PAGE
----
Every year since 1990, the Perennial Plant Association has selected one perennial as its Perennial Plant of the Year. To be chosen for the honor, plants must grow in a wide range of climates, require little maintenance, be relatively free of pest and disease problems, and have multiple seasons of interest.
Past winners have included perennial greats such as “Magnus” coneflower, “Becky” Shasta daisy and “Northwind” switchgrass. This year, the designation went to Stachys monieri “Hummelo.”
It is related to lamb’s ear (Stachys byzantina), known for its soft and fuzzy, silvery gray leaves and often planted in children’s gardens to be stroked by inquisitive fingers. But S. monieri “Hummelo” looks quite different. Instead of its family’s characteristic wooly gray foliage, it has attractive, glossy and crinkled, long and narrow, dark green leaves that grow in ground-hugging rosettes barely a foot tall and a bit wider. Over time, plants spread to form a dense mat of weed-choking foliage.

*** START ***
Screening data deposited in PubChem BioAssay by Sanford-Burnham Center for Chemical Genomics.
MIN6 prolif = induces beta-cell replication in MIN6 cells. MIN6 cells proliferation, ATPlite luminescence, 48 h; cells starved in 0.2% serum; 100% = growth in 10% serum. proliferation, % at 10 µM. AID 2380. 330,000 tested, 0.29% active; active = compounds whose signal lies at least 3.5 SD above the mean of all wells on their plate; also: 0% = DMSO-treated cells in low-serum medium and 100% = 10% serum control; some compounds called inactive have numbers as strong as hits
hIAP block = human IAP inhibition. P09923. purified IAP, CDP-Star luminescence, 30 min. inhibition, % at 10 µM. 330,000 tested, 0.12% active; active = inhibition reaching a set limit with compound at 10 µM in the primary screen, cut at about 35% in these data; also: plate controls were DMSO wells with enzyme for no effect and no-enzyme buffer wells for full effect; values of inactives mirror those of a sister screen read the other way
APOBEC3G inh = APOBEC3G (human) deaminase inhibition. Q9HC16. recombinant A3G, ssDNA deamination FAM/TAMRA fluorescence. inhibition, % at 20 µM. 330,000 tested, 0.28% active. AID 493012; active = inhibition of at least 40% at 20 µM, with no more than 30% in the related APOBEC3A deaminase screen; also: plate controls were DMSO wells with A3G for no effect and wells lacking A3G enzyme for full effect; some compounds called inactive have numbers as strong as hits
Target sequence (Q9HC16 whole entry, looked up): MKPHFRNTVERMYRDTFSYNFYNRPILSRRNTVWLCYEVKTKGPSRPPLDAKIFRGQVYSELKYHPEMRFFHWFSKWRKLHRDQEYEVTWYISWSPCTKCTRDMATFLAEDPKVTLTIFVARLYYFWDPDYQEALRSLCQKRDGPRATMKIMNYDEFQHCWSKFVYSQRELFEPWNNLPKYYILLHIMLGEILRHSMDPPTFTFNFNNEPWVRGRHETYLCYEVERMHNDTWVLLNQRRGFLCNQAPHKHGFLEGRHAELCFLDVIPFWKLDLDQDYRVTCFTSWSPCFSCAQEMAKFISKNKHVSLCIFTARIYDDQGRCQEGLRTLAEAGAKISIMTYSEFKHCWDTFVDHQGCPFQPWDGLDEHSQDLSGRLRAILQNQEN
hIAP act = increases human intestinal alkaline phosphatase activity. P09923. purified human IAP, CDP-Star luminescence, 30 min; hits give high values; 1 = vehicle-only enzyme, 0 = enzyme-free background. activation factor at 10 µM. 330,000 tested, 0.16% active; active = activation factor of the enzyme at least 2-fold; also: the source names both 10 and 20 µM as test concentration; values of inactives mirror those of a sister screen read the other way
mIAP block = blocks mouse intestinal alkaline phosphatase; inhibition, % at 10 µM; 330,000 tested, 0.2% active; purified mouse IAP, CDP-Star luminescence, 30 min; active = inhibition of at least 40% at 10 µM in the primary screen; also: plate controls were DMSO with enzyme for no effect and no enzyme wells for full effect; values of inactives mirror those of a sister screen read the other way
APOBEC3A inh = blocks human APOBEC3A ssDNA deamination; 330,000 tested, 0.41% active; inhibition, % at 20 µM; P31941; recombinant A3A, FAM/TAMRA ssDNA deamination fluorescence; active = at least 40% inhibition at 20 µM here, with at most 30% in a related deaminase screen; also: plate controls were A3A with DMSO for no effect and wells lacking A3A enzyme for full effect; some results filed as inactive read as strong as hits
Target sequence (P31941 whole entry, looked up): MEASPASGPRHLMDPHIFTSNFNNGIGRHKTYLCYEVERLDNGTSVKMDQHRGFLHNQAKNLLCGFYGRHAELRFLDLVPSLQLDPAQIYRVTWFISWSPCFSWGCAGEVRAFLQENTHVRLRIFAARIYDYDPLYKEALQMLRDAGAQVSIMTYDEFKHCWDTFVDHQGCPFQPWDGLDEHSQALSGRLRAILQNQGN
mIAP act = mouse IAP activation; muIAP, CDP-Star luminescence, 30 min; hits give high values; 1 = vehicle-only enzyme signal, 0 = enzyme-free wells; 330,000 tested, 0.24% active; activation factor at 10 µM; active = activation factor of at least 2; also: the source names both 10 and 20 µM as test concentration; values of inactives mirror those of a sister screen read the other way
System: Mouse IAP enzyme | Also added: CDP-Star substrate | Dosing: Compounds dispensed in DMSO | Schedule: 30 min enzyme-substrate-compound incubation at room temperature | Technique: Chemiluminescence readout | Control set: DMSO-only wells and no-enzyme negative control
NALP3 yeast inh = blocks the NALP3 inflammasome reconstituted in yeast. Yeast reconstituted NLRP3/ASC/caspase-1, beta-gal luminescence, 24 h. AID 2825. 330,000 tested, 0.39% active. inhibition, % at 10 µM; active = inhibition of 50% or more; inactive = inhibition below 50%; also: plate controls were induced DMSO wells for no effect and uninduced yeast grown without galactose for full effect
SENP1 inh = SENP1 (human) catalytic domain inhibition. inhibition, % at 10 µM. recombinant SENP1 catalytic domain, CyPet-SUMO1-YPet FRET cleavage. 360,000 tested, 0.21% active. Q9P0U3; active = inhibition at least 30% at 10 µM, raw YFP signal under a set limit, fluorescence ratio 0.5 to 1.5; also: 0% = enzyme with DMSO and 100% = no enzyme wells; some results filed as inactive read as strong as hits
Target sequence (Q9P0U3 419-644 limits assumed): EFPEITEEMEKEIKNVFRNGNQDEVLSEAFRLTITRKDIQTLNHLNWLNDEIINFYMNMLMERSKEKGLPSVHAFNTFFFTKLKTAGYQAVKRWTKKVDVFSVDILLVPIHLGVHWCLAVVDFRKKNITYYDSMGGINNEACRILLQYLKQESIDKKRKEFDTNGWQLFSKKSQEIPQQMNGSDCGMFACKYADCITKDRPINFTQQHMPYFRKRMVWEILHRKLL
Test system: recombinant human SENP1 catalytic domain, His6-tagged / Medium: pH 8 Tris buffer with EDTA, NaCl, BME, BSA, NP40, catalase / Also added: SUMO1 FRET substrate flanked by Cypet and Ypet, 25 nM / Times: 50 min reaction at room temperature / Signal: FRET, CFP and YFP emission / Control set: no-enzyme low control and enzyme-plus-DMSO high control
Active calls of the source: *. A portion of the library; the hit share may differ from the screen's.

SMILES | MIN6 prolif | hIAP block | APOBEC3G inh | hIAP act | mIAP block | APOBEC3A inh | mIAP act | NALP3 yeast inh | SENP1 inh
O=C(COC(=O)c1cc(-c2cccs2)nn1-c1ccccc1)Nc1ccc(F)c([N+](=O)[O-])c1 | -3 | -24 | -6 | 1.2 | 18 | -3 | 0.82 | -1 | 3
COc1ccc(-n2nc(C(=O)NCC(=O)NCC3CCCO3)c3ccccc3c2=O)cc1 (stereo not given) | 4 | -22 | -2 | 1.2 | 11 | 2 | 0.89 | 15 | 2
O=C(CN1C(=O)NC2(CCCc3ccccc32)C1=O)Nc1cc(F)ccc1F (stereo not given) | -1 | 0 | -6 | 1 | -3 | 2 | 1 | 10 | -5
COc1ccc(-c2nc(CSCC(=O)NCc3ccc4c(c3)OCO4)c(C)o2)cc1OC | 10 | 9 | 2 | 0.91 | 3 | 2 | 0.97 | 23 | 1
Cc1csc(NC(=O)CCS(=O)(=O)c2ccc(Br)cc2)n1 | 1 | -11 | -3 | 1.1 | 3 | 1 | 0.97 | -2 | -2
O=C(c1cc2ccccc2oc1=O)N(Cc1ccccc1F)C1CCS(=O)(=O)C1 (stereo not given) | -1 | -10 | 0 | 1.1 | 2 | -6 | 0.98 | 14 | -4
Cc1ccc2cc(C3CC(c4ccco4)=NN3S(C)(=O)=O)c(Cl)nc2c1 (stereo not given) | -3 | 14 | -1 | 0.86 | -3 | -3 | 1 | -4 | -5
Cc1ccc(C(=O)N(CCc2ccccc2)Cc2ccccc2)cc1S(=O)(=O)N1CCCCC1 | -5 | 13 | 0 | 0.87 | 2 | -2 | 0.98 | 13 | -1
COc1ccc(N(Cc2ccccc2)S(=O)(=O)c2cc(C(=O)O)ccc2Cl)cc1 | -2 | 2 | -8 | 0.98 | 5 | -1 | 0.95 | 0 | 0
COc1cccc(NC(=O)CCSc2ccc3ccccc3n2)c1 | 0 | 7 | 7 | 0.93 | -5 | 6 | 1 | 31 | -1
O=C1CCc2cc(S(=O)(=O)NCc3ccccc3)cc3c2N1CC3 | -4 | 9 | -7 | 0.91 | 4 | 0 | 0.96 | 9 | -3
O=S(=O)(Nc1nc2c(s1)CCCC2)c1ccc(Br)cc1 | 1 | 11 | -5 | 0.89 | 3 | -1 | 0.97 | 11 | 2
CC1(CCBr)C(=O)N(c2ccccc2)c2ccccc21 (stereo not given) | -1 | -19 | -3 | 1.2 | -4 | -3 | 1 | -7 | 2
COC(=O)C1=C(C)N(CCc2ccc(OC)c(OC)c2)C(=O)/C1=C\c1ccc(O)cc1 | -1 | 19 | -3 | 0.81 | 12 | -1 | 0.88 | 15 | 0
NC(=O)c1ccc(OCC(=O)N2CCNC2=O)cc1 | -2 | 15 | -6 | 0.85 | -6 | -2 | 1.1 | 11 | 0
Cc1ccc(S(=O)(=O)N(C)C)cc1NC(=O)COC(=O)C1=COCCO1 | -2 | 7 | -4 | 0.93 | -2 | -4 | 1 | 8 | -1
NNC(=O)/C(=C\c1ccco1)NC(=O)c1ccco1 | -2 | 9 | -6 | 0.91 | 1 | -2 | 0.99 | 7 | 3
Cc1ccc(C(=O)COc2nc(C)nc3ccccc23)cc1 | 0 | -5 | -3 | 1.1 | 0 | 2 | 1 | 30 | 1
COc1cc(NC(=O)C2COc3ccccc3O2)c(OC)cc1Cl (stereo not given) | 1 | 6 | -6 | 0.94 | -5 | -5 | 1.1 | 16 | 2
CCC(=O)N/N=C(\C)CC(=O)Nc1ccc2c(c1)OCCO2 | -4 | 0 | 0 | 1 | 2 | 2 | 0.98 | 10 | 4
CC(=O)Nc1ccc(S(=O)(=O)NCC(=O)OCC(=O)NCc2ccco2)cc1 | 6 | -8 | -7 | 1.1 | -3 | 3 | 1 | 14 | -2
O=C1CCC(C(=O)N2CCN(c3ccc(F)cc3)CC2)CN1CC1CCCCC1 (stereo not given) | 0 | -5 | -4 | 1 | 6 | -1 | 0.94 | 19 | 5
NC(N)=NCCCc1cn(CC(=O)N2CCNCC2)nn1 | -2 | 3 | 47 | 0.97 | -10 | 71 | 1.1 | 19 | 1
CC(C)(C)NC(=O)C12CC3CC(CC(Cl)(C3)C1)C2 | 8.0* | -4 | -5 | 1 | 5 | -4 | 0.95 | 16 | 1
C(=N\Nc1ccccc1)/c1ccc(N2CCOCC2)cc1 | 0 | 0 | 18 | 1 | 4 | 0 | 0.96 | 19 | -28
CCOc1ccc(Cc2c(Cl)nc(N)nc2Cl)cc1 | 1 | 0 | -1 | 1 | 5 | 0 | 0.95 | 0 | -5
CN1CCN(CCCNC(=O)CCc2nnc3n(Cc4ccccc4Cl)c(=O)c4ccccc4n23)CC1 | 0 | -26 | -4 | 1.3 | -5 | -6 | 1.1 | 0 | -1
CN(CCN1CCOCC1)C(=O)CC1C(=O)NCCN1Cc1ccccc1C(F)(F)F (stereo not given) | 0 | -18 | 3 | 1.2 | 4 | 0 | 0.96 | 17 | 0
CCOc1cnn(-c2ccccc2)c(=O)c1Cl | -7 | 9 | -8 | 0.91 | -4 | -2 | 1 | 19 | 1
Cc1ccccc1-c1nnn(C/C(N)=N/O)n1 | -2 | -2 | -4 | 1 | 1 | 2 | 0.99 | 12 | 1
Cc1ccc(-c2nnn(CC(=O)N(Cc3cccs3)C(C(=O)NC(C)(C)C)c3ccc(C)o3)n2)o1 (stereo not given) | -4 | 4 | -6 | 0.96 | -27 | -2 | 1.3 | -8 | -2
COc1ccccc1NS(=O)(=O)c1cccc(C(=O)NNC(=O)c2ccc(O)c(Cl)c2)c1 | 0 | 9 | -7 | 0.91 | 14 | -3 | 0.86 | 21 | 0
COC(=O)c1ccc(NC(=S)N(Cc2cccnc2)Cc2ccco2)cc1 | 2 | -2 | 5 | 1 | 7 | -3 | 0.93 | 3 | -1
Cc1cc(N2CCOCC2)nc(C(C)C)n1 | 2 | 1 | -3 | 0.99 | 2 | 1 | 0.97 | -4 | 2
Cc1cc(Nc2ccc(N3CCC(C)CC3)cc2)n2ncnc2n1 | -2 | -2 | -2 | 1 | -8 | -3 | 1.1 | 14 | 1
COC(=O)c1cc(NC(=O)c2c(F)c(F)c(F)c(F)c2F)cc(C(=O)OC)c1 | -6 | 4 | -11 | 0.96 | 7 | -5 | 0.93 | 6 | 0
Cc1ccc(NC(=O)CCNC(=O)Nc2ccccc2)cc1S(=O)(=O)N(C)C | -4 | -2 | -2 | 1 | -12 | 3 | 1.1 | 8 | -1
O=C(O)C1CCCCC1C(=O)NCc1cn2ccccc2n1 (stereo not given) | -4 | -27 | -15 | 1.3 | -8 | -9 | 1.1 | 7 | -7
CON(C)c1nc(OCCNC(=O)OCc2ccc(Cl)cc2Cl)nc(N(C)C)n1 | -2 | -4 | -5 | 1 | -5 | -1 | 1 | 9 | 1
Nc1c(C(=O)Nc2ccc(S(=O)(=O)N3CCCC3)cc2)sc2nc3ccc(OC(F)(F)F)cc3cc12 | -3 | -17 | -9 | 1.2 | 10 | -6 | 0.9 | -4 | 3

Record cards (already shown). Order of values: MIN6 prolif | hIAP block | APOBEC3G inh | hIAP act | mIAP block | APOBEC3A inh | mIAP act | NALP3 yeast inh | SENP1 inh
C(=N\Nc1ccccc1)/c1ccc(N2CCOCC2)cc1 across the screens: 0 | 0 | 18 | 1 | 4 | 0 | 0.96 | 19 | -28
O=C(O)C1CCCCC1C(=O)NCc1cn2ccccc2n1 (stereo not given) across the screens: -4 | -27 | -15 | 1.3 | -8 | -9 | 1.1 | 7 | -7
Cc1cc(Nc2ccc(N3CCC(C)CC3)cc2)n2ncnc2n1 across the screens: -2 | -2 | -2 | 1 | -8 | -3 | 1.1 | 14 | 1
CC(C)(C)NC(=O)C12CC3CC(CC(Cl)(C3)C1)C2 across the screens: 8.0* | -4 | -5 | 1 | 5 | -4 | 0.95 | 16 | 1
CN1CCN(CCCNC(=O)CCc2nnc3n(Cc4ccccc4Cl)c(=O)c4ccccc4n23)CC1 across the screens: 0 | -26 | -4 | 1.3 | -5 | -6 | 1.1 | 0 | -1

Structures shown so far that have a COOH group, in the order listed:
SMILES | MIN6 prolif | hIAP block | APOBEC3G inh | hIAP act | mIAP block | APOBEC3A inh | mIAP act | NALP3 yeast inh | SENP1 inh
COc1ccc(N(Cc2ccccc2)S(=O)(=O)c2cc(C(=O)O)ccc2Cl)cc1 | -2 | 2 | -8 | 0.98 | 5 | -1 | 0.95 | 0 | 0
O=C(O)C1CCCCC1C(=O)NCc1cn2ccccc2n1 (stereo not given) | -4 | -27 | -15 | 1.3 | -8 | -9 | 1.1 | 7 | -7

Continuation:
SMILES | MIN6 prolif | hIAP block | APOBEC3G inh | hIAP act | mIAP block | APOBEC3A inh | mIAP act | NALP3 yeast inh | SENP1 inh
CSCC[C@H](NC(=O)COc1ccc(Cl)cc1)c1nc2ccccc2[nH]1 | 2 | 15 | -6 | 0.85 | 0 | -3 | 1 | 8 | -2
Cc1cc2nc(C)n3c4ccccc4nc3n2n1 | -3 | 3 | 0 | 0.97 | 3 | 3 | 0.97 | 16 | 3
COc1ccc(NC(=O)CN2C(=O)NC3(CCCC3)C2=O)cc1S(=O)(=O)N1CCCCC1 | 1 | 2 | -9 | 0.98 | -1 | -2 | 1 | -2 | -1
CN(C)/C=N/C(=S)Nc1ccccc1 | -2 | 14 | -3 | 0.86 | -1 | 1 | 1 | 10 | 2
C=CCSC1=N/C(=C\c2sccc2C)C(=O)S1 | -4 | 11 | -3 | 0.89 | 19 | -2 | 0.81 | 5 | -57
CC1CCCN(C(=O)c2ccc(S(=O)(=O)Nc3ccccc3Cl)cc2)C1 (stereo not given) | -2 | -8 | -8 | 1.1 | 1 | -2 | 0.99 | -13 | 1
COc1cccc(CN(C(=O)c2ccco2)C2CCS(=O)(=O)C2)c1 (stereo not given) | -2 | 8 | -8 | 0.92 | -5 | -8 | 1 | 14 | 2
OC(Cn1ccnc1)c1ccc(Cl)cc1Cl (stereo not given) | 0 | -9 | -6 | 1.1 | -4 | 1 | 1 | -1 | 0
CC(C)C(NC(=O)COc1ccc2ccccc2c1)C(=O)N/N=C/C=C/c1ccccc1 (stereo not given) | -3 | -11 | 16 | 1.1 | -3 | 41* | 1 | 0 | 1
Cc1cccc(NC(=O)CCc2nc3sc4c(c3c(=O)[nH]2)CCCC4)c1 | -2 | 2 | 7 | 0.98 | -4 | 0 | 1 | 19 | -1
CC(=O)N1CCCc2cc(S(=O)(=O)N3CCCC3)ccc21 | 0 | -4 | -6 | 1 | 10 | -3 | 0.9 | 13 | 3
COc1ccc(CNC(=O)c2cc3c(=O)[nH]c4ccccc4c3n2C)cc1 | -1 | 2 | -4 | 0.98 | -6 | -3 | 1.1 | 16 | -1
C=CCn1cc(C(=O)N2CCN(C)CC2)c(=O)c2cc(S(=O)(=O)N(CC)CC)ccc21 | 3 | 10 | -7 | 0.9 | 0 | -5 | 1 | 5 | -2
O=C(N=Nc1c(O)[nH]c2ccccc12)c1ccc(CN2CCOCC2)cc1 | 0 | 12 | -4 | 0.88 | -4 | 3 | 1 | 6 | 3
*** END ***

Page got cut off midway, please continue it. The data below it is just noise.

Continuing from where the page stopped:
And also unlike lamb’s ear, whose flowers are often removed so they don’t distract from the uniquely colored and textured foliage, S. monieri “Hummelo” presents show-stopping spikes of brilliant, reddish-purple flowers on sturdy stems up to 2 feet tall in summer. Hummingbirds, butterflies, bees and other pollinators love the flowers as much as we do.
Spent blooms should be deadheaded to keep plants looking tidy and to prompt another round of blooms a few weeks later. The second round of flowers may be left standing for winter interest or cut down during fall clean up.
Grow S. monieri “Hummelo” in moist, but well-drained soil in full sun or light shade. Although it prefers consistently moist soil, it is drought tolerant in my garden.
It is rarely bothered by insects or diseases, and deer and rabbits don’t find it appetizing.
This prize-winning perennial is beautiful for edging the front of a border, as a specimen in a rock garden or massed as a ground cover.
If you are not yet convinced to add a few S. monieri “Hummelo’” to your garden, maybe the Chicago Botanic Garden could persuade you. In its Plant Evaluation Trials from 1998 to 2004, it was the highest rated Stachys for its strong flower production, plant vigor, the quality of its habit and cold hardiness.
Diana Stoll is a University of Illinois Extension master gardener for Kane County. The “Learning to Grow” column runs weekly during warmer months of the year. Call the extension office at 630-584-6166 for more information. Feedback on this column can be sent to firstname.lastname@example.org.